ENTERTAINMENT
January 27, 1999 | DONNA PERLMUTTER, SPECIAL TO THE TIMES
A test: Read only the list of scheduled pieces for a piano recital taking place in a chandelier-filled emporium and try to guess who is about to play them. Hard to do, because most A-circuit pianists luxuriate in the standard repertory, and one program can look pretty much like another. Then there's Peter Serkin, that rare figure equally dedicated to music of the past and the present.
ENTERTAINMENT
March 14, 1986 | ALBERT GOLDBERG
Age may be sufficient justification for veneration, but it does not automatically insure the survival of an artist's claim to fame. Come March 28, Rudolf Serkin will celebrate his 83rd birthday. He returned to the Dorothy Chandler Pavilion on Wednesday night to make up the recital he missed in December because of illness, and it was only human that his devoted public should be concerned as to his pianistic condition. It was not to worry.
ENTERTAINMENT
June 8, 2003 | Mark Swed; Richard S. Ginell; Chris Pasles; Josef Woodard
"Vladimir Horowitz Rediscovered: Carnegie Hall Recital, Nov. 16, 1975" Vladimir Horowitz, piano (RCA Victor Red Seal) ** "The Incomparable Rudolf Serkin" Rudolf Serkin, piano (Deutsche Grammophon) ** Rudolf Serkin and Vladimir Horowitz were close contemporaries.
ENTERTAINMENT
October 15, 2000 | DANIEL CARIAGA
Despite inconsistent and sometimes distant sound quality, these performances do not come from the Marlboro Festival's early years (it was founded in 1951) but from 1974 through 1997.
ENTERTAINMENT
January 27, 1999 | DONNA PERLMUTTER, SPECIAL TO THE TIMES
A test: Read only the list of scheduled pieces for a piano recital taking place in a chandelier-filled emporium and try to guess who is about to play them. Hard to do, because most A-circuit pianists luxuriate in the standard repertory, and one program can look pretty much like another. Then there's Peter Serkin, that rare figure equally dedicated to music of the past and the present.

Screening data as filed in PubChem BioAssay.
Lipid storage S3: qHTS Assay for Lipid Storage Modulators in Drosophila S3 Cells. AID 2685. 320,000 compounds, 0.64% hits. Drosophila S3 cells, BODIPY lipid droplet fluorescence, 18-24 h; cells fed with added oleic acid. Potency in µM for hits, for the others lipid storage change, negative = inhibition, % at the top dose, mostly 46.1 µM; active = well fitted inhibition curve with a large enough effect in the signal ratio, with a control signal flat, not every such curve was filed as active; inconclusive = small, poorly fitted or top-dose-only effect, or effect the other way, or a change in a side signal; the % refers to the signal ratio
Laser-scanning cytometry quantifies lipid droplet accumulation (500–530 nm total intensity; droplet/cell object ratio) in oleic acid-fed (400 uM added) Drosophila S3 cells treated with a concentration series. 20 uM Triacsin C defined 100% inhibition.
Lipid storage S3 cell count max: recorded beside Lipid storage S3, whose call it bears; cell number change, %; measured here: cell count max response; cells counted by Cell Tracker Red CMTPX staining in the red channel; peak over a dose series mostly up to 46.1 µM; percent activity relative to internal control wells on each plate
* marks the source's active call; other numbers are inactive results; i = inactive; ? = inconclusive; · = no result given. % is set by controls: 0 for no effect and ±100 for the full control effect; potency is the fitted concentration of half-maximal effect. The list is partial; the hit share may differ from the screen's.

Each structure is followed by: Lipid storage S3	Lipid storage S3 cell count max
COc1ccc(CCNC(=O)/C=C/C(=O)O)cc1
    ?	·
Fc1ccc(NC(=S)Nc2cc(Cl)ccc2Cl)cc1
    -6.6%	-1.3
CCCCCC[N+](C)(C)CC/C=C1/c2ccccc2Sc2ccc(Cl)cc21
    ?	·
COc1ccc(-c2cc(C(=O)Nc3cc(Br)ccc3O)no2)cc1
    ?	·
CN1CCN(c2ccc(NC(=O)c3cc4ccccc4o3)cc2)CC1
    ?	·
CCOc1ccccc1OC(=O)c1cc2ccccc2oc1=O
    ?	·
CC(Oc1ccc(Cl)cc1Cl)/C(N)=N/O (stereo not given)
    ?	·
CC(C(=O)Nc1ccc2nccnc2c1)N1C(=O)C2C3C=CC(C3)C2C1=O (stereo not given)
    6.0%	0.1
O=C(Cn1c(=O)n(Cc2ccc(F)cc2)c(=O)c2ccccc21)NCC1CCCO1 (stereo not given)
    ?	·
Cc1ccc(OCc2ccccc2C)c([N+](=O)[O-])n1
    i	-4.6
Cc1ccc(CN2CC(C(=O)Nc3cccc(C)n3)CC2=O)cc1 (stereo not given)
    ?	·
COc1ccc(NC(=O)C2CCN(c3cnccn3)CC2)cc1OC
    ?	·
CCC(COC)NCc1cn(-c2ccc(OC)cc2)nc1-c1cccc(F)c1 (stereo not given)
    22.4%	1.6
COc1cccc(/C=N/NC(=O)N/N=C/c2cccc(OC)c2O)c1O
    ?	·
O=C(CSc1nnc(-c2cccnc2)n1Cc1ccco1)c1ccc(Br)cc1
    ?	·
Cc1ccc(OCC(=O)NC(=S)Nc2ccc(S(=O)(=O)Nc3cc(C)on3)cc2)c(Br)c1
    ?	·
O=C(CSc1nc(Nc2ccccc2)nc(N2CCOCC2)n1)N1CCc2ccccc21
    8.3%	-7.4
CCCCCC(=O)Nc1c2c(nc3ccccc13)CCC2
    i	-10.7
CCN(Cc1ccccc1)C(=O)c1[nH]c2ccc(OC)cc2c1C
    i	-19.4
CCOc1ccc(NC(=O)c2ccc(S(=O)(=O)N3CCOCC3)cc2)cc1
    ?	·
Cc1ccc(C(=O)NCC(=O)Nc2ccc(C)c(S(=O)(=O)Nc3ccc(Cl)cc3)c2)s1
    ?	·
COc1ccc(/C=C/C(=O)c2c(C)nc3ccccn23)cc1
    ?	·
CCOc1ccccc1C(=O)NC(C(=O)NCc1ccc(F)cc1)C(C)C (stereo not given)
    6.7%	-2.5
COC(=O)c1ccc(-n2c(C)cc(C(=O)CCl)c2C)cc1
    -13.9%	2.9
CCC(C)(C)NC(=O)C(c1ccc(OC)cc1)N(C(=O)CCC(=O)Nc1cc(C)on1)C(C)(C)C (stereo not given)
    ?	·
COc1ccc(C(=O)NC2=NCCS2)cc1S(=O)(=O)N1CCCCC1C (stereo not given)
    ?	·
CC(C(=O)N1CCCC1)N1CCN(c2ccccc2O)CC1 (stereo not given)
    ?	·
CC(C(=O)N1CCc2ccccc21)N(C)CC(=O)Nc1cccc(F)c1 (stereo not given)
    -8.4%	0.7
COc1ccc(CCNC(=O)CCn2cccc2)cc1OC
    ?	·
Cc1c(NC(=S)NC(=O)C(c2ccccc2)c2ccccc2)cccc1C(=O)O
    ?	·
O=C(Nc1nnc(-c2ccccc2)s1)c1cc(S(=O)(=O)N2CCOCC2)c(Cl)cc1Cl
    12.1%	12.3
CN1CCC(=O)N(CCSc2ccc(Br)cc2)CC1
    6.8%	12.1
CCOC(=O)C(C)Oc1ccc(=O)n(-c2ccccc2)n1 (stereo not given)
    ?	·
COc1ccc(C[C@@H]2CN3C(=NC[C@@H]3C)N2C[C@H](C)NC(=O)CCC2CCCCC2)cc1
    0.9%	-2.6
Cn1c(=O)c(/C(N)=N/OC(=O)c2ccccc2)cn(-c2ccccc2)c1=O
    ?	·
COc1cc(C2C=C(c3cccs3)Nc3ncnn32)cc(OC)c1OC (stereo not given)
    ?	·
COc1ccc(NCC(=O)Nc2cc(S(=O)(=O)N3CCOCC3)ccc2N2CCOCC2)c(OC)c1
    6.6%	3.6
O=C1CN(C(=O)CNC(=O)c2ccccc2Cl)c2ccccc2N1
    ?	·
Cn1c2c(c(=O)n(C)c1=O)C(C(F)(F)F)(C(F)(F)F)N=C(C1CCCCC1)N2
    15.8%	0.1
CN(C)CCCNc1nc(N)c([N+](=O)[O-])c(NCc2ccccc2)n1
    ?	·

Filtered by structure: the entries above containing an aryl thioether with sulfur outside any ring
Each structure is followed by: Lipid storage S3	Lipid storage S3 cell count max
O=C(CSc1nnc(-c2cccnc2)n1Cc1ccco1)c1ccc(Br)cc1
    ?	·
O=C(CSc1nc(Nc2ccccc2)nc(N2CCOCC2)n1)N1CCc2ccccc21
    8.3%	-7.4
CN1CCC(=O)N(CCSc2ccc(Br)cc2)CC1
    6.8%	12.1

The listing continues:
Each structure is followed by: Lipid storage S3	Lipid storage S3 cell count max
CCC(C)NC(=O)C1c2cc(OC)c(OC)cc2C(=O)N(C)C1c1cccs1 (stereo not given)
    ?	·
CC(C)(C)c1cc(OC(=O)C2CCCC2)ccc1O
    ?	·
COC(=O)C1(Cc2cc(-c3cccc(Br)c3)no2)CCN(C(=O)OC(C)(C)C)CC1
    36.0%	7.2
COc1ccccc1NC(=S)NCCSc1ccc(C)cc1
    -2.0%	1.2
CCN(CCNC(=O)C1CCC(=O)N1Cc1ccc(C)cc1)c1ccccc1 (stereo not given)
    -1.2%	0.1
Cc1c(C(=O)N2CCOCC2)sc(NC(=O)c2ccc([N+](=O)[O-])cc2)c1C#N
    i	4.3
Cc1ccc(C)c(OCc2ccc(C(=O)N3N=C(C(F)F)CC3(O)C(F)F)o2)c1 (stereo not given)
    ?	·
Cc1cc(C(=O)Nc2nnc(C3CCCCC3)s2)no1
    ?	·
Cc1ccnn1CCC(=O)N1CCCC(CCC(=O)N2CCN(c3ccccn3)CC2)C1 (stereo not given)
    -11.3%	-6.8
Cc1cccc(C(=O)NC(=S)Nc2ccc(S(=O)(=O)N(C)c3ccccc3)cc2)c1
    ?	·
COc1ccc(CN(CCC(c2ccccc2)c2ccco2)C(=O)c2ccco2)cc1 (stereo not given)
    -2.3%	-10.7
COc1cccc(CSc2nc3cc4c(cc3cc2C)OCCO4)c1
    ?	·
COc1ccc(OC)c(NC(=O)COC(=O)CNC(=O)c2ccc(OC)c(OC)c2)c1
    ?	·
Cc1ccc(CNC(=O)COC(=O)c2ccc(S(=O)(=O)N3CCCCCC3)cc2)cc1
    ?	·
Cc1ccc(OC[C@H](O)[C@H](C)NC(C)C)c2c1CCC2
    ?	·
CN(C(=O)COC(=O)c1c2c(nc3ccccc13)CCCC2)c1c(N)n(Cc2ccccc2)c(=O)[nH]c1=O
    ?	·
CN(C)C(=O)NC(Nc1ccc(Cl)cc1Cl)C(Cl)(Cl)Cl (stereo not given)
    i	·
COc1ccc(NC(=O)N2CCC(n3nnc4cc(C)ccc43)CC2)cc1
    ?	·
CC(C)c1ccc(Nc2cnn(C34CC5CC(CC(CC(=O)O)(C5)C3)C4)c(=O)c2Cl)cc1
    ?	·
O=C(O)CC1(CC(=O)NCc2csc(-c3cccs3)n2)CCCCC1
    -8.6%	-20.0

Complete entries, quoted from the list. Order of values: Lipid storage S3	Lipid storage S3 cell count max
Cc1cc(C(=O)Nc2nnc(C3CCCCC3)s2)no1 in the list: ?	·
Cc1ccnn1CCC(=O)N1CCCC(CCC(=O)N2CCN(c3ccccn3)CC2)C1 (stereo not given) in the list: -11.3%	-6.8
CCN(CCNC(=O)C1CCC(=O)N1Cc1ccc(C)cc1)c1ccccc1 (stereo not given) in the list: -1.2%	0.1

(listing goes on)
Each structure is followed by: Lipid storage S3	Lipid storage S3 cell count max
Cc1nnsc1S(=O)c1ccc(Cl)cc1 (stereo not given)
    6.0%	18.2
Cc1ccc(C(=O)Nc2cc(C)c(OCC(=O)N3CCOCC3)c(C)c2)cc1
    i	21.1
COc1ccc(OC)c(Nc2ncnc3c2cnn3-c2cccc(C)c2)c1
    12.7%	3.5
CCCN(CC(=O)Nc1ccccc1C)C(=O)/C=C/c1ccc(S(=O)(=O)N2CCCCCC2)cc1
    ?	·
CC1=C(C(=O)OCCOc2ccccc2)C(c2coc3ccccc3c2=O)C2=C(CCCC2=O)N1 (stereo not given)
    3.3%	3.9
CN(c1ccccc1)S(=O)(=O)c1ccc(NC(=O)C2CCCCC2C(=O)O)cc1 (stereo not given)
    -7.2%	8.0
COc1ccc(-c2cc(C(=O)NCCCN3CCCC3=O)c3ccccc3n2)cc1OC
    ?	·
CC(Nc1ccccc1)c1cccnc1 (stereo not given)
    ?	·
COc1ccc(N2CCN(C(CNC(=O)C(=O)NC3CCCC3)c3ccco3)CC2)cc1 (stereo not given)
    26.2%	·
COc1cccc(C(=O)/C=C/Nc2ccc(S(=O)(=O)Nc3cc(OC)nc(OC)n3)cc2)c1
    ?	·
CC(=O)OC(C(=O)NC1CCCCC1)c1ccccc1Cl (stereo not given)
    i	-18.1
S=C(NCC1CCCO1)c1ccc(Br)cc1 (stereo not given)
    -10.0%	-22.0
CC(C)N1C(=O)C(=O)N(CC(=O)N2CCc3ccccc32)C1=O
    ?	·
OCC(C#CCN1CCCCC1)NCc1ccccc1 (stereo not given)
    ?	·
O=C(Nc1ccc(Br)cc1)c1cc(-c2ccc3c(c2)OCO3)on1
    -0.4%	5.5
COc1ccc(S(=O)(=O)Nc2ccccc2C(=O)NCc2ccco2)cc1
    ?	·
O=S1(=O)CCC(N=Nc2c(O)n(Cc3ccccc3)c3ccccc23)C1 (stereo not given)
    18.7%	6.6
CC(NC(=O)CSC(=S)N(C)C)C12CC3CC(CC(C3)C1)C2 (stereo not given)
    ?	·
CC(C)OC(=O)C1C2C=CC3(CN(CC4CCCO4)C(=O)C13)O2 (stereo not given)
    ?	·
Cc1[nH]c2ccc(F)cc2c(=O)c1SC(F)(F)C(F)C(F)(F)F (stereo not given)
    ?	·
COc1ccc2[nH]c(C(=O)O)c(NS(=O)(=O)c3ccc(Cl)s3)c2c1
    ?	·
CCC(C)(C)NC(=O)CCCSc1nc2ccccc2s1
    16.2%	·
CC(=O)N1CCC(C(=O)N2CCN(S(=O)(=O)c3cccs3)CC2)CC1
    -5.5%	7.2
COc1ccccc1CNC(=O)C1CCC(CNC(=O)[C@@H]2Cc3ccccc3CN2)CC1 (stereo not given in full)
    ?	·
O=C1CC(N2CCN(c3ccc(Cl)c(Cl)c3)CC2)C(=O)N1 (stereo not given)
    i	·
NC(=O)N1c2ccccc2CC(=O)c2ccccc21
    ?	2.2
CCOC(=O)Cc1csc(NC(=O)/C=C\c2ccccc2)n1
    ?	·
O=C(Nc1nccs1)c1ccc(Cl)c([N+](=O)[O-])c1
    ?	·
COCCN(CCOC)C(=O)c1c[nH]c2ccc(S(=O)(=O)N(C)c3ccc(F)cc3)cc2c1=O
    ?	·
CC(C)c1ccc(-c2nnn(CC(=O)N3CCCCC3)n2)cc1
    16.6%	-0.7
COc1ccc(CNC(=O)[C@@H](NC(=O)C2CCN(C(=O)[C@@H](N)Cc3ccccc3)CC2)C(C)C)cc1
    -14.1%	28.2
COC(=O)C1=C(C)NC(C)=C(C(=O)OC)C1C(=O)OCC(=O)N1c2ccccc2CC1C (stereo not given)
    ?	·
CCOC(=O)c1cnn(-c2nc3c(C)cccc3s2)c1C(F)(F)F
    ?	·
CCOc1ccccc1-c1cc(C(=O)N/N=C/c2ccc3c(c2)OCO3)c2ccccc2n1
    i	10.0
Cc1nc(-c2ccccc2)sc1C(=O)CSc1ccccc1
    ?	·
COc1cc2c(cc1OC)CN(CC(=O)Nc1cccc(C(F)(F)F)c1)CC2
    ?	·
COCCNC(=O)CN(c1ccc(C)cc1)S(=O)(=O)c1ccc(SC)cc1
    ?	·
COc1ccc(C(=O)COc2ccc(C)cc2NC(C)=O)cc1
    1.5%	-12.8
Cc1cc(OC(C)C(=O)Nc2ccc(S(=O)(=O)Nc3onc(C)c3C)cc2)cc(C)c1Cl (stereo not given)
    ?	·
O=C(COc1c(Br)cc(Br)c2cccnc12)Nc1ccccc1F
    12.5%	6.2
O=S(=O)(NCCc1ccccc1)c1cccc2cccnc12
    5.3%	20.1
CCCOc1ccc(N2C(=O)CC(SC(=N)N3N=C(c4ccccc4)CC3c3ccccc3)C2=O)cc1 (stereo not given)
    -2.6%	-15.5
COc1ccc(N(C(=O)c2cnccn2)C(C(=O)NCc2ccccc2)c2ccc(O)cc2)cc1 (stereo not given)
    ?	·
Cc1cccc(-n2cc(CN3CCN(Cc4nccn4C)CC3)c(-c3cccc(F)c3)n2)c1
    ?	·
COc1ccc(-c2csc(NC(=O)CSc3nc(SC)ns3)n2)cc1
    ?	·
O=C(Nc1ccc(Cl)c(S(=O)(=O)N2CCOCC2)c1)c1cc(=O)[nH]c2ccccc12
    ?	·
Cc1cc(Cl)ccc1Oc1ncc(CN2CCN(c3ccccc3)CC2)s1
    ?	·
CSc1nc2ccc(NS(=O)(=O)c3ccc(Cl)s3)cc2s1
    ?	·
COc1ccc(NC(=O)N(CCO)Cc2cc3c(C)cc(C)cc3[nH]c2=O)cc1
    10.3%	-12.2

NEWS
May 10, 1991 | BURT A. FOLKART, TIMES STAFF WRITER
Rudolf Serkin, who began his life in abject poverty but spent it performing in nearly every grandiose concert hall in the world, has died, it was reported Thursday. Marry Lynn Fixler, his publicist, said he had died Wednesday night of cancer at a hospice in Guilford, Vt. The lanky, bespectacled pianist--who both looked like a scholar and played like one--was 88.
ENTERTAINMENT
March 14, 1986 | ALBERT GOLDBERG
Age may be sufficient justification for veneration, but it does not automatically insure the survival of an artist's claim to fame. Come March 28, Rudolf Serkin will celebrate his 83rd birthday. He returned to the Dorothy Chandler Pavilion on Wednesday night to make up the recital he missed in December because of illness, and it was only human that his devoted public should be concerned as to his pianistic condition. It was not to worry.
ENTERTAINMENT
December 11, 1985
The recital by pianist Rudolf Serkin, scheduled for Tuesday night in the Pavilion of the Music Center, has been canceled. According to a spokesman for the Los Angeles Philharmonic Assn., sponsor of the recital, Serkin is suffering from "complete exhaustion," and on the order of his physician has withdrawn from all engagements for the next three weeks. The recital will be rescheduled at a date mutually agreed upon, and all tickets dated Dec. 17 will be honored on the rescheduled date.
ENTERTAINMENT
January 11, 1988 | DEBORAH CAULFIELD, Arts and entertainment reports from The Times, national and international news services and the nation's press
The San Francisco Symphony announced Friday it will play in Shanghai on Feb. 29, the first time the orchestra has performed in China. The concert in the People's Municipal Auditorium will be the last on a 15-concert Asian tour by the orchestra. Pianist Rudolf Serkin, 84, is scheduled to join the symphony for Beethoven's Fourth Piano Concerto. The tour, opening on Feb. 9 in Hong Kong, will also take the orchestra to Taiwan and Japan.